[From Manx Families, A.W.Moore, MS 1889]

Gawne's of Mount Gawne and Kentraugh


This family has been settled in the Parish of Rushen from an early date. The first of any note was William who was Captain of the Parish in 1651. The next conspicuous member of this family was Edward (born 1770, died 1837)1 . He went in for brewing and made a great deal of money 4 with which he purchased Kentraugh and other property in Rushen. He was a younger brother. The elder branch of Mount Gawne, who have never been in any way conspicuous, are now extinct in the male line. Edward married Catherine Moore of Pulrose (see Moore's of Pulrose) and had issue one son and four daughters, of whom only Amelia, who married Edward Pedder of Preston, Banker, and Edward Moore had issue.

Edward Moore 2(born 1802, died 1871, buried at Rushen), married in 1835 Emily Maria, daughter of Colonel Richard Murray and granddaughter of the Duke of Athol, and has issue (1) Edward (see below), (2) Richard Murray, who married and has issue. He is Rector of Reynerston, Norfolk. (3) Henry Jephson, who was in the Royal Navy. He retired and married Francis, daughter of Captain Edward Dumergue. He is now (1888) farming in Canada. (4) Eden Heywood, a brewer at Scarborough. He married and has issue. (5) John Moore, a Captain in the 4th "King's Own' Regiment, married.

Also 5 daughters [of Edw & Emily]: (1) Emily Catherine married in 1864 John Quayle, HK, CP, JP of Crogga (see Quayle's); (2) Frances Alicia Mary married the Rev Robert Dempster Bonner, MA, Vicar of Greatness, Shrewsbury; (3) Isaline [sic Isalen so named after Isabella Ellen Hope, wife of Governor Hope] married Charles Ogden, son of the late Attorney General of the Isle of Man; (4) Katherine [sic she used Catherine] Eliza married Edward Roscoe, Barrister; (5) Annie married …[Willie] Roscoe, brother of the above.

Edward (see above) was Captain in the 79th Highlanders (died 1869) married in India in 1858 May Hodgson 3 and had issue Edward, the present representative of the family, and May. Edward (the father) sold out of the Army and during the last years of his life resided at Pulrose where he died.

1 JMO: Monumental Inscription, Kirk Arbory: Sacred to the memory of Edward Gawne Esquire, of Kentraugh, who departed this life the 4 October 1834, in the 65th year of his age .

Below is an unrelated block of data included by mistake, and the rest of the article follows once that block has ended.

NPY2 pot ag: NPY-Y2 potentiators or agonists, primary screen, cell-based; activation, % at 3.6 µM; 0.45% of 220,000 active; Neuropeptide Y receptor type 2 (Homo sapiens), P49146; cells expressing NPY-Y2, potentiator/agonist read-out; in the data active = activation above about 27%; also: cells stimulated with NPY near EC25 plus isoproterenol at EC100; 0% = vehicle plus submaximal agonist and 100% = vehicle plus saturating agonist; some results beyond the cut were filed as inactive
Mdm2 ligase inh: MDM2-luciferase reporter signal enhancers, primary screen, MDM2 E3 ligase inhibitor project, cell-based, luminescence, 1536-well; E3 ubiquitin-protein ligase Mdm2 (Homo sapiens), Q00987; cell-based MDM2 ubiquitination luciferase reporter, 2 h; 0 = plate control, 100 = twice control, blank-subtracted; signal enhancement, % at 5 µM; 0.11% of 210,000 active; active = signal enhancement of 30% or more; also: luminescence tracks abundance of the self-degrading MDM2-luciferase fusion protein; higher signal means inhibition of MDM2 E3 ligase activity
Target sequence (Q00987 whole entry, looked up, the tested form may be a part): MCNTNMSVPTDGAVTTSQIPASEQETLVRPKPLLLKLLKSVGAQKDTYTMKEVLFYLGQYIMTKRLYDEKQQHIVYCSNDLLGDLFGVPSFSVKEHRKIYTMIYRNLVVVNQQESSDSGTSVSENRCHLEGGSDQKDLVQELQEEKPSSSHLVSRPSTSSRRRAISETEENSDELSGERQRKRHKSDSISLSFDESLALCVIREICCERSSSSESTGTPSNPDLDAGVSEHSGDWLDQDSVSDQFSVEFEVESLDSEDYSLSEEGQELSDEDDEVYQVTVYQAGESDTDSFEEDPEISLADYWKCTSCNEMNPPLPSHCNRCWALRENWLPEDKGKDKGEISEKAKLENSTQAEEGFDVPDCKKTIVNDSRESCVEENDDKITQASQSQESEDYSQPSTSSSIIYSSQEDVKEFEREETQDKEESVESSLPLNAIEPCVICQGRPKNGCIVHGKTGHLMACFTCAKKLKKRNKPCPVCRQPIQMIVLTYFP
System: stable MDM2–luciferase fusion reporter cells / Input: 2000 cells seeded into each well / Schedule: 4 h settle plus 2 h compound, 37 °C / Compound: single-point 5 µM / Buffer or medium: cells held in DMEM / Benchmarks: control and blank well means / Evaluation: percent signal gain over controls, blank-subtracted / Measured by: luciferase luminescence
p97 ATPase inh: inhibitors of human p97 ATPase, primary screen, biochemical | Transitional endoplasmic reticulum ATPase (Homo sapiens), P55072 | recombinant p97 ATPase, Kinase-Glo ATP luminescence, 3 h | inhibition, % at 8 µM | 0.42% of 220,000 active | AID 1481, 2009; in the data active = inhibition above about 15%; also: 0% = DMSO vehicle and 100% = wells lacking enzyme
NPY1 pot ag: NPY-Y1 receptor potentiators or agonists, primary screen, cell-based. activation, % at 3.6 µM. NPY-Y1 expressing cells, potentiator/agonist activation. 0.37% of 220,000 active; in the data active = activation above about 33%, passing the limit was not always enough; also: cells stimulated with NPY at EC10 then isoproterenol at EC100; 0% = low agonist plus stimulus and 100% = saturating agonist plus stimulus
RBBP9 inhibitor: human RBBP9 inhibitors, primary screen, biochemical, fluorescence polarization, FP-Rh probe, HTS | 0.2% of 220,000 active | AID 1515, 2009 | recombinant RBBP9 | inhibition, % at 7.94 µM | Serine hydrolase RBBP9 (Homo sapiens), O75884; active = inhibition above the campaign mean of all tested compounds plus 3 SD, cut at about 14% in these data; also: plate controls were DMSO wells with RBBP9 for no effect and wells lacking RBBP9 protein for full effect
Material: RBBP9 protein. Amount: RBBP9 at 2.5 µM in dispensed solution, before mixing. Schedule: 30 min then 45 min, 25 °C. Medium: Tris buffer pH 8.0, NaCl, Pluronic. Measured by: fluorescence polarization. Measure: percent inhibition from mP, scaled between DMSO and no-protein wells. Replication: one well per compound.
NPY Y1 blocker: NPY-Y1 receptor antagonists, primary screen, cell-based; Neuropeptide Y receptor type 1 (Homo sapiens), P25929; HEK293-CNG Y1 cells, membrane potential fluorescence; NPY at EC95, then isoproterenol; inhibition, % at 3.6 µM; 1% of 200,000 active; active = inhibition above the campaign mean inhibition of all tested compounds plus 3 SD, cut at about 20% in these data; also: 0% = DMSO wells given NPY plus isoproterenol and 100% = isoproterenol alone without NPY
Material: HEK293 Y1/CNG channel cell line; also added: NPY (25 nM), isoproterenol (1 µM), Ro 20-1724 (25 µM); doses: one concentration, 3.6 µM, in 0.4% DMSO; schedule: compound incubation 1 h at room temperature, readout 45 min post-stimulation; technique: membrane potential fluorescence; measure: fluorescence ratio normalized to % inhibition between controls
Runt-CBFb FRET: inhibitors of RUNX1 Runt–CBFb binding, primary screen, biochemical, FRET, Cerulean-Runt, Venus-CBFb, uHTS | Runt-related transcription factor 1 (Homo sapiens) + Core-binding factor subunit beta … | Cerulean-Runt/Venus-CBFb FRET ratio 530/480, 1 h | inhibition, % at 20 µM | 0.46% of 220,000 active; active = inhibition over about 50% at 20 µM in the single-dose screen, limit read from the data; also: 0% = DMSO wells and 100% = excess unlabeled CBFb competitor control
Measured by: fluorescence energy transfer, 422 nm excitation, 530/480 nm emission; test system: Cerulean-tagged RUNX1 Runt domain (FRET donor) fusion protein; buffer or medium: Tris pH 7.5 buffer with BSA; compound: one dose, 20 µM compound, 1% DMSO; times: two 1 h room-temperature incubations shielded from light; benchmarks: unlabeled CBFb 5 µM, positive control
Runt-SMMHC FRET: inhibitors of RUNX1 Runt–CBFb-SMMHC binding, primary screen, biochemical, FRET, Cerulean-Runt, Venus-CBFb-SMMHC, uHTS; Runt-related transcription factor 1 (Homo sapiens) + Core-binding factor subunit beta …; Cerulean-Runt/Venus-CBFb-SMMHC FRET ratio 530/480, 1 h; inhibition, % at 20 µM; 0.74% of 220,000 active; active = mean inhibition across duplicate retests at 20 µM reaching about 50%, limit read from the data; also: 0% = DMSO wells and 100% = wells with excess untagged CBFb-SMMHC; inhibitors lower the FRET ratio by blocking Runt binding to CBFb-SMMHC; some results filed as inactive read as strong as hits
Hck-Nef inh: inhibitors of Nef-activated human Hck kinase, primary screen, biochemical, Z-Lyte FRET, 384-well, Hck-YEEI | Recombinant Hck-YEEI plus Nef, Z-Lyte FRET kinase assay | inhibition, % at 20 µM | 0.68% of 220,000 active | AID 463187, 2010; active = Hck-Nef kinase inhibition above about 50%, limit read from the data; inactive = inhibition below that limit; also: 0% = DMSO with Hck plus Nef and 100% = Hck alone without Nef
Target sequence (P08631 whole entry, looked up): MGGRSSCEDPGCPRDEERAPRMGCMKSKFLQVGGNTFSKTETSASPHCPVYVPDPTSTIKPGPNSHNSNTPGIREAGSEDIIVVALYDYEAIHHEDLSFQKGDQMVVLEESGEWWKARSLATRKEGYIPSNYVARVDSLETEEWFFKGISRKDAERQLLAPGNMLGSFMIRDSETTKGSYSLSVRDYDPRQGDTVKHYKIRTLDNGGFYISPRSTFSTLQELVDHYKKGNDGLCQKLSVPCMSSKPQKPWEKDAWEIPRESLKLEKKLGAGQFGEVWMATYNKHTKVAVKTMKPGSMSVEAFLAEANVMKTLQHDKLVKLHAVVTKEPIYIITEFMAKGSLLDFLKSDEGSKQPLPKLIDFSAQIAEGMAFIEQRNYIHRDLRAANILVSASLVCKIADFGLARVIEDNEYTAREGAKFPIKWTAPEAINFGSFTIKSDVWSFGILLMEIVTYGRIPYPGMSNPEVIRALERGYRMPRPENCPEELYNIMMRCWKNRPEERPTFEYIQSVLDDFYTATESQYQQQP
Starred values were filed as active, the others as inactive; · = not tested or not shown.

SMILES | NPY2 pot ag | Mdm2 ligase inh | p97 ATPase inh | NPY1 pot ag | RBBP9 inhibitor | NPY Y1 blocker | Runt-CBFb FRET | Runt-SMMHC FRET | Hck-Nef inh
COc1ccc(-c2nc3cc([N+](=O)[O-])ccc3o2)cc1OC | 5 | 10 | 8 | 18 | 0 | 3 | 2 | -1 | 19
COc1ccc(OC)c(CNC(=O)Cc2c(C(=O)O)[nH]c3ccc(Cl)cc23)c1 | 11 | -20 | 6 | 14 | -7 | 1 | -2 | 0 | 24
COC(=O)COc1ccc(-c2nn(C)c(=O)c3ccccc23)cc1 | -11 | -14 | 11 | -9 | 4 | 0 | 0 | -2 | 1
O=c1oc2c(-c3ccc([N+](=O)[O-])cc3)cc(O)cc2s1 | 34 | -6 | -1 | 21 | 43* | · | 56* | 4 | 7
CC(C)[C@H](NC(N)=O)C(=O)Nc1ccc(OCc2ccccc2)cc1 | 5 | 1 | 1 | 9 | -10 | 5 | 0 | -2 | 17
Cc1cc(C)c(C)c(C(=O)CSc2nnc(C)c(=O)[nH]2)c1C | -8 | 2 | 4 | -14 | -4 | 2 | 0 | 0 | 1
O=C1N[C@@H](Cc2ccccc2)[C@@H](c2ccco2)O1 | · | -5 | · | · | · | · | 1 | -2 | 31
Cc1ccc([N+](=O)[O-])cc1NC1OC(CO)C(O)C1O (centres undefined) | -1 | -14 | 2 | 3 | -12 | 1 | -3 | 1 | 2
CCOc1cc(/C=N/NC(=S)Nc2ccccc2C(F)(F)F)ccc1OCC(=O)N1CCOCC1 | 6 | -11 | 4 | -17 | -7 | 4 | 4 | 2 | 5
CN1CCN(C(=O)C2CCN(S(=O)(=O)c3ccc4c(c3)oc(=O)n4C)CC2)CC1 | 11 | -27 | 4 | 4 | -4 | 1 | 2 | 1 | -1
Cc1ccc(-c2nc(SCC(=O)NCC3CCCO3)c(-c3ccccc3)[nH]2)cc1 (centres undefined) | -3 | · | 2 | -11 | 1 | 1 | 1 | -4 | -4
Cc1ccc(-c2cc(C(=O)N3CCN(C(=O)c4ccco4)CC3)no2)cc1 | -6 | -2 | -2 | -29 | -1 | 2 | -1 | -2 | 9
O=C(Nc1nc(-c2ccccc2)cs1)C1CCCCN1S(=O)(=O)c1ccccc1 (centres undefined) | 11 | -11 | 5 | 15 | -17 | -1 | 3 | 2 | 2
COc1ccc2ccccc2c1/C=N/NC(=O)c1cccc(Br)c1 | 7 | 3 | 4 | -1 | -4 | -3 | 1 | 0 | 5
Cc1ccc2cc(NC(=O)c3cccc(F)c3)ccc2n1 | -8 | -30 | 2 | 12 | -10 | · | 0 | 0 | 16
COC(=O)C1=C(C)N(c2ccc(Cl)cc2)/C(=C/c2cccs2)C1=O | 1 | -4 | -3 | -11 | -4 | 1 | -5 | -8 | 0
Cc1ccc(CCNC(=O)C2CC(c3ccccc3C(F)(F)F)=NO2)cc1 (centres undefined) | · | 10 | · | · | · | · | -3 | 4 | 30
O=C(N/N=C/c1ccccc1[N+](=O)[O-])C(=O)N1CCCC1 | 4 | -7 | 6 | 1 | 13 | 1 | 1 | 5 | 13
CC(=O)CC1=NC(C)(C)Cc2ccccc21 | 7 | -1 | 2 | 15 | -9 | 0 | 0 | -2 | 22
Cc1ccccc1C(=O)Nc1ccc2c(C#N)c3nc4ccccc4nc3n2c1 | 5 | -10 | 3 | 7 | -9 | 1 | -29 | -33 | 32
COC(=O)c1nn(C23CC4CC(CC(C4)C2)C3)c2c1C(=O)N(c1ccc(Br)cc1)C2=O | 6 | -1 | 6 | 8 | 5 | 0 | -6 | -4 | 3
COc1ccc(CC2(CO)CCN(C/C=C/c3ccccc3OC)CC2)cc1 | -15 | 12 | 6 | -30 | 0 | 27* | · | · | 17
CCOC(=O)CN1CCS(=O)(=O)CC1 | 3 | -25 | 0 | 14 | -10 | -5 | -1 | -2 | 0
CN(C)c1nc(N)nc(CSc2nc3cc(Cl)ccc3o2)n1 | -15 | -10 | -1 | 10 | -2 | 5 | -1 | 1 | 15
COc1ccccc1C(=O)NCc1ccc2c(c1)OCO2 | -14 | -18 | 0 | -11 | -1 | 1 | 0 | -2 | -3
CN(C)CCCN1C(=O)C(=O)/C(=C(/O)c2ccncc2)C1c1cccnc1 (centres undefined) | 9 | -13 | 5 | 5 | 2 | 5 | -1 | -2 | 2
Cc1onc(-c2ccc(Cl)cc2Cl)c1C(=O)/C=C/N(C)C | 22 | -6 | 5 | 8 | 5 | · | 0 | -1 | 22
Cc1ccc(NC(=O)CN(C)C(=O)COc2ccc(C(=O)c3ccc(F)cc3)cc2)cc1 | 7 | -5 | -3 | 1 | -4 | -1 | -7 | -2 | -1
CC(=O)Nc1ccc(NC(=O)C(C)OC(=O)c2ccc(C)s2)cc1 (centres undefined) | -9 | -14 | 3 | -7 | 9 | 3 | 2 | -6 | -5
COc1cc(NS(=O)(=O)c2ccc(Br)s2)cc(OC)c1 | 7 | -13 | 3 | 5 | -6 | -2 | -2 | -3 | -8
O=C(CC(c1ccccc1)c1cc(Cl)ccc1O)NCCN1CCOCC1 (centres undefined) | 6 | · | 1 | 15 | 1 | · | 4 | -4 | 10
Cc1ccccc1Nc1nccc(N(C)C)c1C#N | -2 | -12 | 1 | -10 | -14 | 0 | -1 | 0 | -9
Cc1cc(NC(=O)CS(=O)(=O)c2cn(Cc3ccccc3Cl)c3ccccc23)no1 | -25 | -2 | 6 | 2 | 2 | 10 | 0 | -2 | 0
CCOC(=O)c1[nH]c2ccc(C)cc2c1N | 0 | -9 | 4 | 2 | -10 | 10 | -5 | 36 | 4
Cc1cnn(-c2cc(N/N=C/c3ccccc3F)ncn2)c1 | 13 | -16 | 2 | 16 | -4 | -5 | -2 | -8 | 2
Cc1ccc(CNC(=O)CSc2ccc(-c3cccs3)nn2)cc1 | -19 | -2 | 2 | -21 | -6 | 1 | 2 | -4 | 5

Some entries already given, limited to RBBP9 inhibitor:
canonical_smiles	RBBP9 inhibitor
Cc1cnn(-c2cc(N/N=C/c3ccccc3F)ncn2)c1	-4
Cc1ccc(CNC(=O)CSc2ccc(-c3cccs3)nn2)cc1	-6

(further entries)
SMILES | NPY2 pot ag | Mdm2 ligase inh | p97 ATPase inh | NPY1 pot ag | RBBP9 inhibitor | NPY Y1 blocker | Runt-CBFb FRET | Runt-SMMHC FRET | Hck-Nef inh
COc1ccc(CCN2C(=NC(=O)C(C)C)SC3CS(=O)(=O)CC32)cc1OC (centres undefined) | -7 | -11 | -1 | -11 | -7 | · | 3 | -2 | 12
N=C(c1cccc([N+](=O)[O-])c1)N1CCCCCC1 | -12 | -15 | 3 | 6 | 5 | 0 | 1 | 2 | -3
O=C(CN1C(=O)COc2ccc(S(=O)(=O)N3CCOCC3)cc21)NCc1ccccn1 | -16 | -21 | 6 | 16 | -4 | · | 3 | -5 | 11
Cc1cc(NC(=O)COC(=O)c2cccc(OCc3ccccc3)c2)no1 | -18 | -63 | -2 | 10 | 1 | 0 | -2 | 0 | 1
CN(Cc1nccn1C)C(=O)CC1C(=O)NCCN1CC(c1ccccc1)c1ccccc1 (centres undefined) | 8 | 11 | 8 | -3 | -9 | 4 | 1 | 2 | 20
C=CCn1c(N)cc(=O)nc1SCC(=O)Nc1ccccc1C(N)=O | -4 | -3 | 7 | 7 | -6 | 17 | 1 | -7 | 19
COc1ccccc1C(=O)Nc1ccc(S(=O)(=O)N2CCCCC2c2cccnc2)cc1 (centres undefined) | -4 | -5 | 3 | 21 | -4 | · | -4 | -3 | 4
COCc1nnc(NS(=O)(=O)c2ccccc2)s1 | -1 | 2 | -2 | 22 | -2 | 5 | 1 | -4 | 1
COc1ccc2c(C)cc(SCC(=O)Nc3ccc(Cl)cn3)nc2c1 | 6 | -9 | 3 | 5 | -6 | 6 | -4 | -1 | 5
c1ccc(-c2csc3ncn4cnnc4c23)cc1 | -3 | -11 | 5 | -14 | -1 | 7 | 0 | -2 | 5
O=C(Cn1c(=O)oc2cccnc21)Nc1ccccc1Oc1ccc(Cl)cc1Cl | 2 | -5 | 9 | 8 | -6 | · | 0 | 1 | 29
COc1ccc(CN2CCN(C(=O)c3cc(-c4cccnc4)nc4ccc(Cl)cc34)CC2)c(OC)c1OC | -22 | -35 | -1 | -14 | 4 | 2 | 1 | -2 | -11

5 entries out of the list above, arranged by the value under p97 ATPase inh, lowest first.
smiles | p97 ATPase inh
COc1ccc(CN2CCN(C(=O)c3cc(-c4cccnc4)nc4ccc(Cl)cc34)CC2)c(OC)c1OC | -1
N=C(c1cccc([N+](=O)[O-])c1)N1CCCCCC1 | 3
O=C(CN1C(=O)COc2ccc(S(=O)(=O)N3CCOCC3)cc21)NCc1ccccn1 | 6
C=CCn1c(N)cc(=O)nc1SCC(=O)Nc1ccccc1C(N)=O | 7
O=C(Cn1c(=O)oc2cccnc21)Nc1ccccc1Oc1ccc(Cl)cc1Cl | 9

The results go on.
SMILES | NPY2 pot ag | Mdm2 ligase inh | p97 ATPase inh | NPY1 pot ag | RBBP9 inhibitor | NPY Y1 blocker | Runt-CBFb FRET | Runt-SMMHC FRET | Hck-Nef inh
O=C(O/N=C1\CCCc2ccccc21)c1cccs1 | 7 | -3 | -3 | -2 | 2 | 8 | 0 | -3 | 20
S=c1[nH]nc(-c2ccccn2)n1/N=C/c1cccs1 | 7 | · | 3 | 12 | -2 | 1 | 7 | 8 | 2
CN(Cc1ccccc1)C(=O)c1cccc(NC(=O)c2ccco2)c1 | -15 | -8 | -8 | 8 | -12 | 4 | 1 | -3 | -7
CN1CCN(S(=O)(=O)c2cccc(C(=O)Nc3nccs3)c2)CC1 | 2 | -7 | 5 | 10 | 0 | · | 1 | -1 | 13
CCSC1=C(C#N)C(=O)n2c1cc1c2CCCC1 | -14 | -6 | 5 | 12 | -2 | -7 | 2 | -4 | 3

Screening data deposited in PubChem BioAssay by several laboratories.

2 Edward Moore Gawne was Captain of the Parish of Rushen, a magistrate, and for many years, Speaker of the House of Keys, which office he filled to the greatest satisfaction of its members. He was universally respected and beloved in the Island.

3 JMO: Monumental Inscription, Kirk Arbory: "To the memory of Edward, eldest son of Edward Moore Gawne of Kentraugh, Esq, and some time Lieutenant of Her Majesty, 79th Cameron Highlanders. He served his country in the Crimea and India. He was born 7 June 1836, and died 29 July 1869. Also to the memory of Emily Maria born 16 April 1862, died 5 October 1863. And Ashley, & Douglas born 11 July 1864, died 13 April 1866, children of the above Edward Gawne. Their remains are interred at Almorah, India. Mary Anne Isabella Hamilton, his wife born November 16, 1832, died May 1, 1885. Ethel Kate McLeoce, their daughter, born February 21, 1867, died June 17, 1885."

4: FPC Edward Gawne who acquired Kentraugh was also a sharp lawyer who took advantage of a Manx law which as Bluet in Advocates Notebook states:

NOTE. By the Act of Tynwald promulgated 6th July, 1835, the law as to "lapsed mortgages" is happily altered, and now, upon the expiration of twenty-one years from the date of the mortgage, the mortgagee may levy his money by execution, and thereunder sell the property given in security (or other property of the actual mortgagor), and pay himself from the proceeds, the mortgagor being entitled to the balance, if any; but at no time can he now (as heretofore) by virtue of a lapsed mortgage obtain or retain possession of the estate without regard to its relative value, to the prejudice of the mortgagor's right to redeem.-See Jeffcotf's Statutes, xxii.

By running farmers into debt via alcohol he was able to acquire much land in the agricultural depression that followed the Napoleonic wars


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